Raleigh's first 'Wind Phone' allows families to call lost loved ones at Oakwood Cemetery
Posted November 25, 2022 9:32 p.m. EST
Updated December 6, 2022 7:20 p.m. EST
Raleigh, N.C. — Sometimes, I dial my childhood home's phone number. Although it's disconnected, I ask the dial tone, 'Can I please speak to Grandma?' And I imagine all the things I wish I could tell her about my day – about my life.
Especially as the holidays approach, there is often someone on our heart that we wish we could call. Wouldn't it be nice if those who are dearly departed could be only a phone call away?
The Wind Phone was first created in Japan to answer that wish: To provide a beautiful and peaceful place where visitors could have a phone call with lost loved ones.
For quite a while, the only wind phone in North Carolina was in Marshall, hours away from the Triangle.
However, thanks to the compassionate work of Ian Dunn, Raleigh has its own wind phone – handmade from oak and overlooking a peaceful spot at Historic Oakwood Cemetery.
"The original wind phone in Japan has proven to have helped countless people grieving the loss of their loved ones," says Dunn.
Using the wind phone for the first time
Robin Simonton, executive director of Historic Oakwood Cemetery, says she was very excited to use the phone for the first time. After making a particularly meaningful discovery in her family's history, she rushed to use the phone – and call her grandmother.
"I approached the phone, and just pushed one number. Picked it up and told my grandmother about the find," says Simonton. "She was a big family history buff and would have loved our discovery."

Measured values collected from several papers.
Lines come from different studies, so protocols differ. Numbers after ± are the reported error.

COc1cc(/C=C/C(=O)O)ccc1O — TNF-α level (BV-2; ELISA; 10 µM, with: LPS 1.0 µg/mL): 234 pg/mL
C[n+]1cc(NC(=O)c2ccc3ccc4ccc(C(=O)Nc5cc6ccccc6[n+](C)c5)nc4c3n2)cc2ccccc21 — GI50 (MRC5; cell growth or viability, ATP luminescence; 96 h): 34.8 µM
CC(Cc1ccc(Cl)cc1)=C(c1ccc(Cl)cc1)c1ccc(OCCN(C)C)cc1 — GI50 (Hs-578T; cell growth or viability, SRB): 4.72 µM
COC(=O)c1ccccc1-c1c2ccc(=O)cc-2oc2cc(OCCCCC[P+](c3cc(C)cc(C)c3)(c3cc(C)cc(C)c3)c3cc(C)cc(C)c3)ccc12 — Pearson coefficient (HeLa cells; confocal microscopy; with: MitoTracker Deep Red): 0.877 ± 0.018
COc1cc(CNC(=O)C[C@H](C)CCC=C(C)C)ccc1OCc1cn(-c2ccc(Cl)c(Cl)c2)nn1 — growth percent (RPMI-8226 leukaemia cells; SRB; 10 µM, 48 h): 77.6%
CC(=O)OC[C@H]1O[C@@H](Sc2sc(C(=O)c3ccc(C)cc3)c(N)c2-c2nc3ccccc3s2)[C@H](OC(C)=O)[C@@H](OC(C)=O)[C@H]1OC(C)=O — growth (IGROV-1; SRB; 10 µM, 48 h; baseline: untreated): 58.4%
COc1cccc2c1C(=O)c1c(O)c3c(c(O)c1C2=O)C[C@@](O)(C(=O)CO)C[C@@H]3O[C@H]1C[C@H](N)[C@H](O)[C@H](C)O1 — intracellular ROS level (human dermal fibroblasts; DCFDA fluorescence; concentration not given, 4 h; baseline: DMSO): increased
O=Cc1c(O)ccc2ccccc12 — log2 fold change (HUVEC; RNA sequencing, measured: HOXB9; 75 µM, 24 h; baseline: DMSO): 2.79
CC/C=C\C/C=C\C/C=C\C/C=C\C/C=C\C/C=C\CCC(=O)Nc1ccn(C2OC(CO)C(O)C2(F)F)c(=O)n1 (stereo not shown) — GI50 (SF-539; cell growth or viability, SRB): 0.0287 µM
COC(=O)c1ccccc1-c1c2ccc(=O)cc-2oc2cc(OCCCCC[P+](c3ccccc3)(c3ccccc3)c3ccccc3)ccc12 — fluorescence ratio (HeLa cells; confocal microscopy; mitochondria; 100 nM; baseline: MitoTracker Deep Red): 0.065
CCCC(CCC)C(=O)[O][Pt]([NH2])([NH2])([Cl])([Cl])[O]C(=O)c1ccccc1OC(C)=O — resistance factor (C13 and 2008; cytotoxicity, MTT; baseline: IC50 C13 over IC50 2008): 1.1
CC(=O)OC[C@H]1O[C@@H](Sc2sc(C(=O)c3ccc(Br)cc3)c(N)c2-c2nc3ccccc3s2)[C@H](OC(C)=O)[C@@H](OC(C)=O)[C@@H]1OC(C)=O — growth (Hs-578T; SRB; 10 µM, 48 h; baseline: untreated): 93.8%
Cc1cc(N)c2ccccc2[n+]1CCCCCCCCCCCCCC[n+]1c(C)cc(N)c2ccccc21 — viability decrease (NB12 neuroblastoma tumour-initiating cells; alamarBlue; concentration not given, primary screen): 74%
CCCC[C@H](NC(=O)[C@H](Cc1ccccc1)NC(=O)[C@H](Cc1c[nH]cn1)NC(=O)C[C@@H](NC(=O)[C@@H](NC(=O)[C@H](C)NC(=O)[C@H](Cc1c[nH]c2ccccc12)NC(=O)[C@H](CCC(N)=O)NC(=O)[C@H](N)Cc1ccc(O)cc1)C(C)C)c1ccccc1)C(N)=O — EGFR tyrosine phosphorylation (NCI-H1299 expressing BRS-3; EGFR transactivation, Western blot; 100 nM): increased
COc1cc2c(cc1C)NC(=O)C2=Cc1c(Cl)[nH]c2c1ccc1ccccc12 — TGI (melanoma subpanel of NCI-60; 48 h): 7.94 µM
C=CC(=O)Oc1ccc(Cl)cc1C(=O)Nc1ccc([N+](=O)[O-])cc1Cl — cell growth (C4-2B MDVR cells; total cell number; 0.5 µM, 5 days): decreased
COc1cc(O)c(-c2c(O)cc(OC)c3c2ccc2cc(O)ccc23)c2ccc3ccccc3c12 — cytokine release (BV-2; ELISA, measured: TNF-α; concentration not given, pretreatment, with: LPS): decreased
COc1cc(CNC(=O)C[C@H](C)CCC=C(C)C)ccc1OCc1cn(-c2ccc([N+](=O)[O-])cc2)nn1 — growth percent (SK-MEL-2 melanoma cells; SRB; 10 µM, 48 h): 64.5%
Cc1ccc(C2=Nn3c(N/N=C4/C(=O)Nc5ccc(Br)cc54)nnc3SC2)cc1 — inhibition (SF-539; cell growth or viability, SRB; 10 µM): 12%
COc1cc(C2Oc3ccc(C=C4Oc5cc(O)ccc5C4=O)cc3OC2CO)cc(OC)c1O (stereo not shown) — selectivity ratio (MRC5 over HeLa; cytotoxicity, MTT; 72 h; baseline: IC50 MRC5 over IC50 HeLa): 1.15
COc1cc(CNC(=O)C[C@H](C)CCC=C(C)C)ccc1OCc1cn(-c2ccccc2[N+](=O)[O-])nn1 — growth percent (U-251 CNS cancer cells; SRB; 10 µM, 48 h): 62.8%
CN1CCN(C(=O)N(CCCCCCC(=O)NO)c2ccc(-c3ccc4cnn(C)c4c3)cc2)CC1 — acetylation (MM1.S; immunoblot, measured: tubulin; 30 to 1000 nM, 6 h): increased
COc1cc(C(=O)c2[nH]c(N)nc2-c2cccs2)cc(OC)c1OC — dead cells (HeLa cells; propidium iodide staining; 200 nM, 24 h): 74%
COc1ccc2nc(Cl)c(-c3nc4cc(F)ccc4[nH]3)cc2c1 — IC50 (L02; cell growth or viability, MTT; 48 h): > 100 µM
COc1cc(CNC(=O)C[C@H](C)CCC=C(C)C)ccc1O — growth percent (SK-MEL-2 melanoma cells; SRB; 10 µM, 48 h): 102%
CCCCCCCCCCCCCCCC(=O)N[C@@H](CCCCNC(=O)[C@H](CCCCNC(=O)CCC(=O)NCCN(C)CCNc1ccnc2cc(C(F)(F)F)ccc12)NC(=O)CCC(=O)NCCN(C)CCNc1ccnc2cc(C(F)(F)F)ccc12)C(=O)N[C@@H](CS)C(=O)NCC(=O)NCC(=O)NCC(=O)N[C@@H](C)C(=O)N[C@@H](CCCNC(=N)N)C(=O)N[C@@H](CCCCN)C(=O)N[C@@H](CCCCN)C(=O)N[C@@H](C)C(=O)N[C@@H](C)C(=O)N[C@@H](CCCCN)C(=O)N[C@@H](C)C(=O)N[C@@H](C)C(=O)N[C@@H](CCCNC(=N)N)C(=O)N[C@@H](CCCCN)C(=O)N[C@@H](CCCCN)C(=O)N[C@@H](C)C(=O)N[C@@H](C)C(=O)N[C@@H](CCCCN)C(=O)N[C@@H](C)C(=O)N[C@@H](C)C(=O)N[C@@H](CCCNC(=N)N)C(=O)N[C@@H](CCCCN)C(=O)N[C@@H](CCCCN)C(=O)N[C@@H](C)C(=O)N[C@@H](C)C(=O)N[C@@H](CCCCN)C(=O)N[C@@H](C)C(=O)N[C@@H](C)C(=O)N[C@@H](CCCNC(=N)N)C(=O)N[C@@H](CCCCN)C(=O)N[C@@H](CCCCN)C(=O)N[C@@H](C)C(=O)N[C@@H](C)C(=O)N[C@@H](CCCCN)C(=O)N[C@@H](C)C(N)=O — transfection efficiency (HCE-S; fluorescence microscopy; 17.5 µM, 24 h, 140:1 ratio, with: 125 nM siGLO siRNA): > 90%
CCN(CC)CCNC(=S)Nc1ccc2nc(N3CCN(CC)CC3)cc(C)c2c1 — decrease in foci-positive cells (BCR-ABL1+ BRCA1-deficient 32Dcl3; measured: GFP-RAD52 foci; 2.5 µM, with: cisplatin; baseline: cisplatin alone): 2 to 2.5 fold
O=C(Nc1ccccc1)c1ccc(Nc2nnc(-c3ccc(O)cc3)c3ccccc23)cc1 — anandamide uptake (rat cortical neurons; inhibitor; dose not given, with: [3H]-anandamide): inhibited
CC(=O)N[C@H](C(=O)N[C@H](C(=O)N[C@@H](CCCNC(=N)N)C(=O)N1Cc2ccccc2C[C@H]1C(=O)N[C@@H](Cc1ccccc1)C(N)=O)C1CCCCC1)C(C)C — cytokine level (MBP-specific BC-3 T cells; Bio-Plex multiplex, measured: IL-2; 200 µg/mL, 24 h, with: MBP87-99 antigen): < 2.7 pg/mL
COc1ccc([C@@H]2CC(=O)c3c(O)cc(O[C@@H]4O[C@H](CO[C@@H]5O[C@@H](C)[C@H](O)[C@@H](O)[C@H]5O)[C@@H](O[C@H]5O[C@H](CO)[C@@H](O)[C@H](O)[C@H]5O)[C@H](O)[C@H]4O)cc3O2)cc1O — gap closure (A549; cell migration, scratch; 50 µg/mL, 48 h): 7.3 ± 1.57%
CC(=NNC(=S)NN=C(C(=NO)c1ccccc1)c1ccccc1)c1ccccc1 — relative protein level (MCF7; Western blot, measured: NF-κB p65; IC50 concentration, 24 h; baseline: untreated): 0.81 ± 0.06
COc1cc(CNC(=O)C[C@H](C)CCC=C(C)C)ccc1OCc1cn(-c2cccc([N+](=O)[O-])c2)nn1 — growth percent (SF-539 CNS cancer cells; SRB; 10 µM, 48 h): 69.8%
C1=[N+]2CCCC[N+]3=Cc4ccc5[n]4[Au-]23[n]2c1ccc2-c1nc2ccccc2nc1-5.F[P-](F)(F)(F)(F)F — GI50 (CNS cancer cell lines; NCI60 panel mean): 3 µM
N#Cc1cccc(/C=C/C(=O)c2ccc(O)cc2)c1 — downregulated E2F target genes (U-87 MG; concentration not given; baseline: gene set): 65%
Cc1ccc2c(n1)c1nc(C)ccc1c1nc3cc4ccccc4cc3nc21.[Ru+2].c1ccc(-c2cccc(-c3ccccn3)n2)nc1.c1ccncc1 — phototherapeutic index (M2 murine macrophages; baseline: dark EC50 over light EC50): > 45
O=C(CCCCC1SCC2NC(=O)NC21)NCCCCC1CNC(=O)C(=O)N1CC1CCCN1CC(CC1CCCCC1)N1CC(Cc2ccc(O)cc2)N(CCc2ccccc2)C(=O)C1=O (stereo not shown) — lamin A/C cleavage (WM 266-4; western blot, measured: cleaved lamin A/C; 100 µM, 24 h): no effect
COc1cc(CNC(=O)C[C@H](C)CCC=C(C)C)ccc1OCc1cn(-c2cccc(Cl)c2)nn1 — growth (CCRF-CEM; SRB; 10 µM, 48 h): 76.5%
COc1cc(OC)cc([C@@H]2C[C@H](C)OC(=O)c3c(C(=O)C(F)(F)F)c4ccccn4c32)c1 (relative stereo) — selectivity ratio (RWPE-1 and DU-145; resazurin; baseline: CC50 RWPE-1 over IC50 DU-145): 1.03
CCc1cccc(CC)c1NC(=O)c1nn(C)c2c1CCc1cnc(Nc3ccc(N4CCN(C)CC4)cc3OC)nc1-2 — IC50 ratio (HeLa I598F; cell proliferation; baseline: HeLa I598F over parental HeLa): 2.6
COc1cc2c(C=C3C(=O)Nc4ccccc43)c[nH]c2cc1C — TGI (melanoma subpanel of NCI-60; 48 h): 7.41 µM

Since then, she's discovered the gift of actually dialing her grandmother's phone number – a number that's etched in her heart.
"It's a number I haven't actually entered in a phone since 1997 when she died, but a number I can still rattle off to this day," she says.
She says as we approach a season that is often difficult for those going through a loss, she hopes the wind phone provides comfort for those who use it.
"We've all been through a lot of loss the past few years, I hope that people feel like the phone helps them reach out to those they love and miss," she says.
Communicating beyond life and death
For many years, Historic Oakwood Cemetery has served as more than a place to bury those who have passed. Executive director Robin Simonton has developed many programs to help build community and help local families maintain a connection to their lost loved ones.
In summer of 2021, Oakwood Cemetery created a Grove of Remembrance, where people could tie ribbons with messages for departed loved ones on branches of crepe myrtles in a grassy field. Before that, they gathered 'Death Letters' from the community, allowing locals to share their ideas about death, ancestors, memories and legacy.
"I'm personally very sentimental about death. - and really thought it would be great to have [a wind phone] at Oakwood," says Simonton. "I feel the wind phone is just another tool for our community to use to connect with their loved ones."
Simonton says it can be difficult for some people to talk to their loved one at a grave site, but the wind phone provides another avenue for communication and for trying to grapple with grief and loss.
"Who, of a certain age, isn't comforted by the twirling of a phone cord as you chat it up with someone you love?" says Simonton.
Simonton reached out to Dunn and asked him to make the phone for Oakwood – who says he was honored to contribute in such a meaningful way.
"Having two friends interred at Oakwood that I regularly visit, I understand the need for a means of symbolic communication," says Dunn.
How does the wind phone work?
Visitors are encouraged to use the wind phone as simply another means of sending messages to departed loved ones. Some find healing in sitting by a loved one's grave. Others prefer to release a balloon with a message written inside.
The beauty of the wind phone is that it feels familiar – like we can just pick up the phone and call our loved one, just like we always used to do when they were alive.
Your loved one doesn't have to be buried at Historic Oakwood Cemetery to use the wind phone. Simply pick up the phone and give your departed loved one a call for the holidays -- and let them know you're still thinking of them, where ever they are.